David Brooks is a political journalist and "comic sociologist." His first book, Bobos in Paradise, is a witty but serious look at the cultural consequences of the Information Age and a penetrating description of how we live now. David describes the world of the "Bourgeois Bohemian" (or "Bobo" to describe today's upper class as a "new meritocracy" or "educated elite"): those who have wed the bourgeois realm of capitalist enterprise to the hippie values of the bohemian counterculture. They are the new movers and shakers of American business -- in banking, law, the media, anything connected to the high-tech industry, even Hollywood. The book gives an important insight into the state of the current generation of people who have climbed high up the tree of success and their new set of values and mores.
In his newest book, On Paradise Road: How We Live Now (and Always Have) in the Future Tense. David takes a witty look at how being American shapes us, the reason for America's unification and how America's suburban civilization will shape the world's future.
For those who appreciate a sarcastic sense of humor and a witty use of words (and don't mind too much when some of that sarcasm hits dangerously close to home), this book is another great look at contemporary America.
We couldn't pass up sharing the beginning passage from Chapter Five of On Paradise Road with you. Although filled with sarcasm, it speaks a lot of truths about modern childhood and adulthood, phenomena that many LBEs need to take into consideration in their design and programming.
"I'm trying to persuade my kids to go into the soon-to-be-lucrative field of playdate law. I'm convinced that in a few years, parents are going to be suing each other because their child received insufficiently nutritious afternoon snacks while visiting playmates' homes.
"The way I see it, the role of the playdate lawyer will begin long before the actual playdate. First, the attorney will offer advice on which of, say, a second-grader's classmates would be a good fit for a developmentally appropriate and cognitively enhancing play session - which classmate has sufficient conflict-resolution skills and toy-sharing capacities and the sort of at-home recreation resources necessary to provide an experientially diverse afternoon. Then the attorney will work with the other party to make the playdate overture and explore whether the two children have any free afternoons in common, or whether their soccer league/ballet/SAT prep/recorder lesson/hockey practice/therapist schedules make any playdate impossible.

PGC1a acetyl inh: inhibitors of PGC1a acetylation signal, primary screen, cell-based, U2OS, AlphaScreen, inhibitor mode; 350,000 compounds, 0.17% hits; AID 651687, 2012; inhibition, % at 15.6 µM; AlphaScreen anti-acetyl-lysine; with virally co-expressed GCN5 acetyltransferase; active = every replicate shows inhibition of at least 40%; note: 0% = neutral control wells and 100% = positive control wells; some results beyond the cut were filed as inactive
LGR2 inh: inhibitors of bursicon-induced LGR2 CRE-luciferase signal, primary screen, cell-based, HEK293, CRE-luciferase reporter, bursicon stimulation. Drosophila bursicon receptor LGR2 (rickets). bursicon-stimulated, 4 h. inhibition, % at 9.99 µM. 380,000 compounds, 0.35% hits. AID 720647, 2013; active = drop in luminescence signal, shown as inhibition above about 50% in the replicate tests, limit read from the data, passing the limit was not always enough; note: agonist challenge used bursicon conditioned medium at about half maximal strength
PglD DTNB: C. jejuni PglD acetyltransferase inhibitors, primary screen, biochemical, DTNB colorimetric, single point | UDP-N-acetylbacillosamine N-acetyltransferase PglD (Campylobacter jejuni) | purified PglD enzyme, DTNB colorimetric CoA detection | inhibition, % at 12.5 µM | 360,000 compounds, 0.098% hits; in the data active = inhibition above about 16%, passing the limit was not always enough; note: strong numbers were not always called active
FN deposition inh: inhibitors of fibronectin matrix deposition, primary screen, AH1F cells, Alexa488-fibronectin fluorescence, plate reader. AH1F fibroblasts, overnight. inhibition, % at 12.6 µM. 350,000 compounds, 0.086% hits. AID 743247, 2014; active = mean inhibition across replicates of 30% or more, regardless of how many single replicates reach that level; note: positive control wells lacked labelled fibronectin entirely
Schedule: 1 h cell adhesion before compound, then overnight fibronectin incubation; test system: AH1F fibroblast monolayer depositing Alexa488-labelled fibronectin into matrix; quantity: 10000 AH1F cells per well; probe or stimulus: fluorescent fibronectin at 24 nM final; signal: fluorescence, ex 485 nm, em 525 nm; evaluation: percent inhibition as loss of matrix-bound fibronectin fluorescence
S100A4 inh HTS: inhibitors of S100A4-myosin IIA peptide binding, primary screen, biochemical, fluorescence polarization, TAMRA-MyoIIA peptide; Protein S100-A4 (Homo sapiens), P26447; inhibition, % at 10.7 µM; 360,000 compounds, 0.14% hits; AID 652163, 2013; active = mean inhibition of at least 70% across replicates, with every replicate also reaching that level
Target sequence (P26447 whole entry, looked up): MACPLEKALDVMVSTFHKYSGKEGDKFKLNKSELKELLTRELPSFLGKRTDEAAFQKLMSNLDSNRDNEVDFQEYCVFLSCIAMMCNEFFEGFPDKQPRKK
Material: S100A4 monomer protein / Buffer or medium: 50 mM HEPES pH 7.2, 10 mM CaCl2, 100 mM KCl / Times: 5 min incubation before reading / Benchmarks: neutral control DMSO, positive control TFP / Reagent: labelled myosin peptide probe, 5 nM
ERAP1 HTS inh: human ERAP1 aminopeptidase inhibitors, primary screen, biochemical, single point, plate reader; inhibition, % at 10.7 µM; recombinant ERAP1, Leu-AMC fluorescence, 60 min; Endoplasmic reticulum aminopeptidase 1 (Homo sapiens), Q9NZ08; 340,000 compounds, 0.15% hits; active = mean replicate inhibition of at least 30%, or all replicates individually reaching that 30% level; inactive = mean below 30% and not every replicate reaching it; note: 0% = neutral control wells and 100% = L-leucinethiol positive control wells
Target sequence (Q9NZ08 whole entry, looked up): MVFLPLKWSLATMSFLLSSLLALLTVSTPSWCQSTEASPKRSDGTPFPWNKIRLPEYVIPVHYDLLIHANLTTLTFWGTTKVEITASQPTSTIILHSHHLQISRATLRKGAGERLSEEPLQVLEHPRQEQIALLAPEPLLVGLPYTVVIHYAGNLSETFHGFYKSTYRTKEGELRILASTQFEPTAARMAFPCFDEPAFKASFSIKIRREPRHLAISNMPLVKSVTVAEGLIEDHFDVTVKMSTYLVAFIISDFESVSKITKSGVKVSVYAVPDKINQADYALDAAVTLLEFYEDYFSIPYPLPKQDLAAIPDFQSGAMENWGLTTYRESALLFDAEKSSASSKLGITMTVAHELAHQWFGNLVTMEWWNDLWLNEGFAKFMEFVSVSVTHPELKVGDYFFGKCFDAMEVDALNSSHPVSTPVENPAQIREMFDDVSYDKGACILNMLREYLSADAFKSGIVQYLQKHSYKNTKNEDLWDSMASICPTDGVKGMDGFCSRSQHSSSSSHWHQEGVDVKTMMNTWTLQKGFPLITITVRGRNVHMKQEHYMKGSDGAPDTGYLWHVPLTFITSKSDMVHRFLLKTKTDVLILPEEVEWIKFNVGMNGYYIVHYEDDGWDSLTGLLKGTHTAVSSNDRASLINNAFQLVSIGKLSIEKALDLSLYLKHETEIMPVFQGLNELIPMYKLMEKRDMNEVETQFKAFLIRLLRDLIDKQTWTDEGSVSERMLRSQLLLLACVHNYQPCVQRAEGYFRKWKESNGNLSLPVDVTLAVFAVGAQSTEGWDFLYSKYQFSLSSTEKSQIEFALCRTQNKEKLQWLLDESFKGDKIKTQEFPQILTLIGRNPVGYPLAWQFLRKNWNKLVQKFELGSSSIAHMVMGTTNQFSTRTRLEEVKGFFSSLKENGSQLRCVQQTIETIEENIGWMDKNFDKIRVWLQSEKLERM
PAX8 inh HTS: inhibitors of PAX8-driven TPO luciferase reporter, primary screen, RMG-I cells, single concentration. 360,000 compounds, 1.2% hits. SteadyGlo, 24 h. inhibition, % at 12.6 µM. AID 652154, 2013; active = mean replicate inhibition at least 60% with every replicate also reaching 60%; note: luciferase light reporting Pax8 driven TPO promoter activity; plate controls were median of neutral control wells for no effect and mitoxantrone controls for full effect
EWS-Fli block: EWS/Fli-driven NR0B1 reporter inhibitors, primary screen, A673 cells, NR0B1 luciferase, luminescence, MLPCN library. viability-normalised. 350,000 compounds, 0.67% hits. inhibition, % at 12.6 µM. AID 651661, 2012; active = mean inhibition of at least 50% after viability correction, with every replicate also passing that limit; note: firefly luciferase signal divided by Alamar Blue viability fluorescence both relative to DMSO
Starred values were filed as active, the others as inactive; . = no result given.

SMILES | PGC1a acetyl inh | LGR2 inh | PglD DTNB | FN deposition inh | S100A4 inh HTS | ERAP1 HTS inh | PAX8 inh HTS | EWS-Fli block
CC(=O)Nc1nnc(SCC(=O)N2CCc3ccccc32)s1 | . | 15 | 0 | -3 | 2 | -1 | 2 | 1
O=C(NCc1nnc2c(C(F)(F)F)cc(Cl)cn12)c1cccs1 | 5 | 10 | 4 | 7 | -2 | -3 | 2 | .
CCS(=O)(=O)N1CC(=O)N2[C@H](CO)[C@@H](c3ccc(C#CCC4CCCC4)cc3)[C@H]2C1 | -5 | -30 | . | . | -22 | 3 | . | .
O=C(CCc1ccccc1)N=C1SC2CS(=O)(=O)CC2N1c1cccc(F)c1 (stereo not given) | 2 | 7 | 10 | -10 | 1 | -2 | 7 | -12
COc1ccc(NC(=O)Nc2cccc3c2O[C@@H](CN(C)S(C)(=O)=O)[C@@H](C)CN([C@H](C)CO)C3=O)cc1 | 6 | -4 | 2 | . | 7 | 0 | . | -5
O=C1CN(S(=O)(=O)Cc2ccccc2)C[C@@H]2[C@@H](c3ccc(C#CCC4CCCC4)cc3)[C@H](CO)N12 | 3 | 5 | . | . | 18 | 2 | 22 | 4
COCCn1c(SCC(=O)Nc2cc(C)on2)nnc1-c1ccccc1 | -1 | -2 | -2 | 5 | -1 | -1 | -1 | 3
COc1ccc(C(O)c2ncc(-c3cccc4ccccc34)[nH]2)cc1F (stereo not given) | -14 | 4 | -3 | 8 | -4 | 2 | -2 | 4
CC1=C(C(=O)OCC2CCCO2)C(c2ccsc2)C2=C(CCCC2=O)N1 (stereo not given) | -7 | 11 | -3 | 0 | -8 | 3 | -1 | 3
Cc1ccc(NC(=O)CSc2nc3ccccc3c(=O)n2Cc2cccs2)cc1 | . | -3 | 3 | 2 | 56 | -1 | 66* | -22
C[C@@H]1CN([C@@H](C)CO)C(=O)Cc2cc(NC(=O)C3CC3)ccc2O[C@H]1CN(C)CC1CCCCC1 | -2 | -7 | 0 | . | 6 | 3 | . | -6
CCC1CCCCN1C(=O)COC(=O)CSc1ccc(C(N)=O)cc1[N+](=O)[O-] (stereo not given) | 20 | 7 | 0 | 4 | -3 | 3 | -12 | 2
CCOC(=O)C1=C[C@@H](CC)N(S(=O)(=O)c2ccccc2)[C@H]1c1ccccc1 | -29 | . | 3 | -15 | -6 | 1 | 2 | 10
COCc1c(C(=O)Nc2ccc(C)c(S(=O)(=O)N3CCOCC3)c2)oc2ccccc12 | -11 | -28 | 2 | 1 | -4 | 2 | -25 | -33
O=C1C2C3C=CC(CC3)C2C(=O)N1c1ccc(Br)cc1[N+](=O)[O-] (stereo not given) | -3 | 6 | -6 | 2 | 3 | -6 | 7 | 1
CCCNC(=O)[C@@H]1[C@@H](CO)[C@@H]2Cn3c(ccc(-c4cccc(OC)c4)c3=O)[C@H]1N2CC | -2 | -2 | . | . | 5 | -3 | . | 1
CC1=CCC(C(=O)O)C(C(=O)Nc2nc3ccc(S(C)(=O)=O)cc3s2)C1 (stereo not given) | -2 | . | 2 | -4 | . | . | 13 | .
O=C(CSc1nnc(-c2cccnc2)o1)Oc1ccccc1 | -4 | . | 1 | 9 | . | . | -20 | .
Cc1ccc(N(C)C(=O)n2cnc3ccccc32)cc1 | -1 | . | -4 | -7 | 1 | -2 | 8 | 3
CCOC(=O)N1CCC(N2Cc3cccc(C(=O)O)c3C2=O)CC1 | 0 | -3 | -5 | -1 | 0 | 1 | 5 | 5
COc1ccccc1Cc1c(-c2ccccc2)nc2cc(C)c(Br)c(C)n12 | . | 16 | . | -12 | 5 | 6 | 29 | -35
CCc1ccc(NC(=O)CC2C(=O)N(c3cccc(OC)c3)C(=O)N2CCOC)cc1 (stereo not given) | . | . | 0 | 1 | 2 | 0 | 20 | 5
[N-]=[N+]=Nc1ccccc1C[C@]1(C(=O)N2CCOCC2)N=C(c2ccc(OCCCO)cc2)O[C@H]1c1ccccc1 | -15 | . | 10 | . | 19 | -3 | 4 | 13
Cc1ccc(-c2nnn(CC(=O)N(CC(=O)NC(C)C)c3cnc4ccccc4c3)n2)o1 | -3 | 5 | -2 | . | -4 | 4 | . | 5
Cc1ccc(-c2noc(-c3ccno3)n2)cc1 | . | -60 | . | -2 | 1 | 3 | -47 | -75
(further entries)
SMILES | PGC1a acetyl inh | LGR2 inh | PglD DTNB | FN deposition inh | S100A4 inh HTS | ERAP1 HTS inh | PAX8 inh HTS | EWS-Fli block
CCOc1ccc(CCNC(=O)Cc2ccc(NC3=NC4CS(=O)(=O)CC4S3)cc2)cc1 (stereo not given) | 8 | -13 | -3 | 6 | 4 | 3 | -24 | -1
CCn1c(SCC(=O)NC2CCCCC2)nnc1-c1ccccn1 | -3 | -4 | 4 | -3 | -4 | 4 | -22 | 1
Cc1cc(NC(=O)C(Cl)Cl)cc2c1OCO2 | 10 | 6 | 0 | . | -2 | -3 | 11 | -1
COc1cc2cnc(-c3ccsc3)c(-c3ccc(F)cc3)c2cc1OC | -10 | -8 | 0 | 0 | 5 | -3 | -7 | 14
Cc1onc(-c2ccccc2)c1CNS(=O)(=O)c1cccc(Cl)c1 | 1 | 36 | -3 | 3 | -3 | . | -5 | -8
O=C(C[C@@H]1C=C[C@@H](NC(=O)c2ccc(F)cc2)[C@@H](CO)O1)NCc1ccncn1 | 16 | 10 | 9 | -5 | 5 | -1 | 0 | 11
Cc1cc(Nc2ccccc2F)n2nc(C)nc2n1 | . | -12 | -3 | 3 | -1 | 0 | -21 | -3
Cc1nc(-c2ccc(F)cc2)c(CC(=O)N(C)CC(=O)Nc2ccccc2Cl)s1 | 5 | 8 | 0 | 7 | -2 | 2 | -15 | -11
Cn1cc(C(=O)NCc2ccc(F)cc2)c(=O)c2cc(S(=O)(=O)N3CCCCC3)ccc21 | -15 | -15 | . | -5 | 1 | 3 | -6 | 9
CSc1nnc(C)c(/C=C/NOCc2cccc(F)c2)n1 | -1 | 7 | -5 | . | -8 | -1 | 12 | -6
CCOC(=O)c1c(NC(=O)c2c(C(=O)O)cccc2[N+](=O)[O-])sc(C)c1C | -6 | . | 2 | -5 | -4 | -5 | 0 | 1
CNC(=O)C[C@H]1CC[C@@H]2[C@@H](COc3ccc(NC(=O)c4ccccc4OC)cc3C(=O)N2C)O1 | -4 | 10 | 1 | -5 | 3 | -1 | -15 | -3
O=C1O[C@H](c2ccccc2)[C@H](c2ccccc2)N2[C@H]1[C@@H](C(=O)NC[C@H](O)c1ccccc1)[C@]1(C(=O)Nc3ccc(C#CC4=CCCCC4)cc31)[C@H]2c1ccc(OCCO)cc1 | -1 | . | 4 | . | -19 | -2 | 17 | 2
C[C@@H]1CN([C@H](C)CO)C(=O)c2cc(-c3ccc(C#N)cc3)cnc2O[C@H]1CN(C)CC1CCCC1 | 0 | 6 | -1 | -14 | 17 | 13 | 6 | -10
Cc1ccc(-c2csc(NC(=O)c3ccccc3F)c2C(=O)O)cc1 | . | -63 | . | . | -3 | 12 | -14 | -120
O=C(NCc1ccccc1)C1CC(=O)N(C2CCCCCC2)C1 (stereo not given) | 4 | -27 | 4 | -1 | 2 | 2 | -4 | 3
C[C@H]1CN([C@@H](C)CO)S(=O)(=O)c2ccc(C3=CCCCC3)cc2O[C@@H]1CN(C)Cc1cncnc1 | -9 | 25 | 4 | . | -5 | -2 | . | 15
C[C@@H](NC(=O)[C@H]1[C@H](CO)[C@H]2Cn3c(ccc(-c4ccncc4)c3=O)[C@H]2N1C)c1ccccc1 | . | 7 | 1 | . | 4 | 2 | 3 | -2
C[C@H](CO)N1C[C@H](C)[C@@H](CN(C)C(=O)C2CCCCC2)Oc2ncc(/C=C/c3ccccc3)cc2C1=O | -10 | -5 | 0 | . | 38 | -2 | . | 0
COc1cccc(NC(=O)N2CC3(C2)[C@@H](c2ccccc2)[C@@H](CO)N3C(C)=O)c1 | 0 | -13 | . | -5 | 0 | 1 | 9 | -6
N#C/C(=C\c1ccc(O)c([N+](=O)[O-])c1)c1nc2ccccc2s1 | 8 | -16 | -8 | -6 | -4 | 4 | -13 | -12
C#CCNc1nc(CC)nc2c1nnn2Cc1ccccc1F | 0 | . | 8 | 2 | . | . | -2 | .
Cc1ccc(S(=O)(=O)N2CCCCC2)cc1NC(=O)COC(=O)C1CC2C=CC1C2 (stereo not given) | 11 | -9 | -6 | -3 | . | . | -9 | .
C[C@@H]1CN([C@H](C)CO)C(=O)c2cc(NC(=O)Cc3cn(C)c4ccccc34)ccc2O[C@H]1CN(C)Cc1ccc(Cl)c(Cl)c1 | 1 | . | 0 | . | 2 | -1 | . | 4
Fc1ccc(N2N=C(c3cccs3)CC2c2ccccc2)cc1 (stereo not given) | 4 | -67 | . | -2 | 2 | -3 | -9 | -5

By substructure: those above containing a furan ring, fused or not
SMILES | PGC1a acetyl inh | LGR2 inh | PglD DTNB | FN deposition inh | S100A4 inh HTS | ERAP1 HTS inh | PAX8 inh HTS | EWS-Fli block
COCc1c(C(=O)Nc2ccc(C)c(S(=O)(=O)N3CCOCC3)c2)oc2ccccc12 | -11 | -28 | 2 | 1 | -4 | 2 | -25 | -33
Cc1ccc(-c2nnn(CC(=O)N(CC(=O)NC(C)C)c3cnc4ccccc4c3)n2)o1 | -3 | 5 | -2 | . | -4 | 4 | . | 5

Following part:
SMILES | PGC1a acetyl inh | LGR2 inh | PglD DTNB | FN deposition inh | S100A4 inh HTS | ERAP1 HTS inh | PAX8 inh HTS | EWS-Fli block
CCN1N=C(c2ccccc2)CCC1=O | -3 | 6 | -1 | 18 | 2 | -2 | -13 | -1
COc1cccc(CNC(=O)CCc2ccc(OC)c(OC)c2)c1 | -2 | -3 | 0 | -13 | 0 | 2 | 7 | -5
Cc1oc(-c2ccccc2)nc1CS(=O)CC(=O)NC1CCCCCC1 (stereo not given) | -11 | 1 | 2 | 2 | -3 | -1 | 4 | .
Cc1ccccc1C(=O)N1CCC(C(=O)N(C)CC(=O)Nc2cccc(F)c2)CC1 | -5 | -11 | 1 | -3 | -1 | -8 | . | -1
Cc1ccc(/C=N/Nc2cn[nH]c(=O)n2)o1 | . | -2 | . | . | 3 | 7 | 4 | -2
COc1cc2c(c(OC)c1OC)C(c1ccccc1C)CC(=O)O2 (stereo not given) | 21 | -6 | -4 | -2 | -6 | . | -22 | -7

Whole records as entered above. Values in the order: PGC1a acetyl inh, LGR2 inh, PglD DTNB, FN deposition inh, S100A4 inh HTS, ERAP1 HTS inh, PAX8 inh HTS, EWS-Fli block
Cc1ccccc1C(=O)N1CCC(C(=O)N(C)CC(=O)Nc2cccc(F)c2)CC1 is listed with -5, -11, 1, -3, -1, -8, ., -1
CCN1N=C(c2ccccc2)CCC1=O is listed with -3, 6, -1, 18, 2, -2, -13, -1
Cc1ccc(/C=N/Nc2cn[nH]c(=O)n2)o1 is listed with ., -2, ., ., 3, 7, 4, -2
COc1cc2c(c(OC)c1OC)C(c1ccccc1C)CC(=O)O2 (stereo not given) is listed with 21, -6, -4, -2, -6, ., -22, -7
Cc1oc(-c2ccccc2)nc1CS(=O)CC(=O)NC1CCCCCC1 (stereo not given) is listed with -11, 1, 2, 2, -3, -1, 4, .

"Assuming the two children have a free afternoon within the next four-year period, the playdate lawyer will begin negotiating the predate agreements, which are parent-to-parent contracts setting down clear guidelines on all of the normal playdate issues: GameBoy preferences, mean-older-sibling control measures, food-allergy concerns, pet anxieties, and early-pickup contingency plans in case one of the parties decides in the middle that this playdate simply isn't enriching enough.
"Within the larger field of playdate law, I suspect a subspecialty will emerge around the VSIs (video-screen issues). Attorneys in this niche will negotiate separate predate protocols on whether there should be a Nintendo ban or Nickelodeon consumption limits during the playdate, and whether computer games should be prohibited, and if so, whether that includes the ones that teach phonics and typing skills. Some parents will prefer to sign a Document of Joint Understanding forbidding the viewing of all Disney videos while others will deem it acceptable for the children to spend time watching videos from the Little Mermaid/Lion King era but none after Pocahontas."
David's description continues, and then goes on further to depict how Ubermoms, "women who graduated Phi Beta Kappa in economics and engineering, earned MBAs with honors, and rose to the level of senior vice president for corporate strategy at Fortune 500 companies before giving up the job to raise a family," give birth to and raise their children.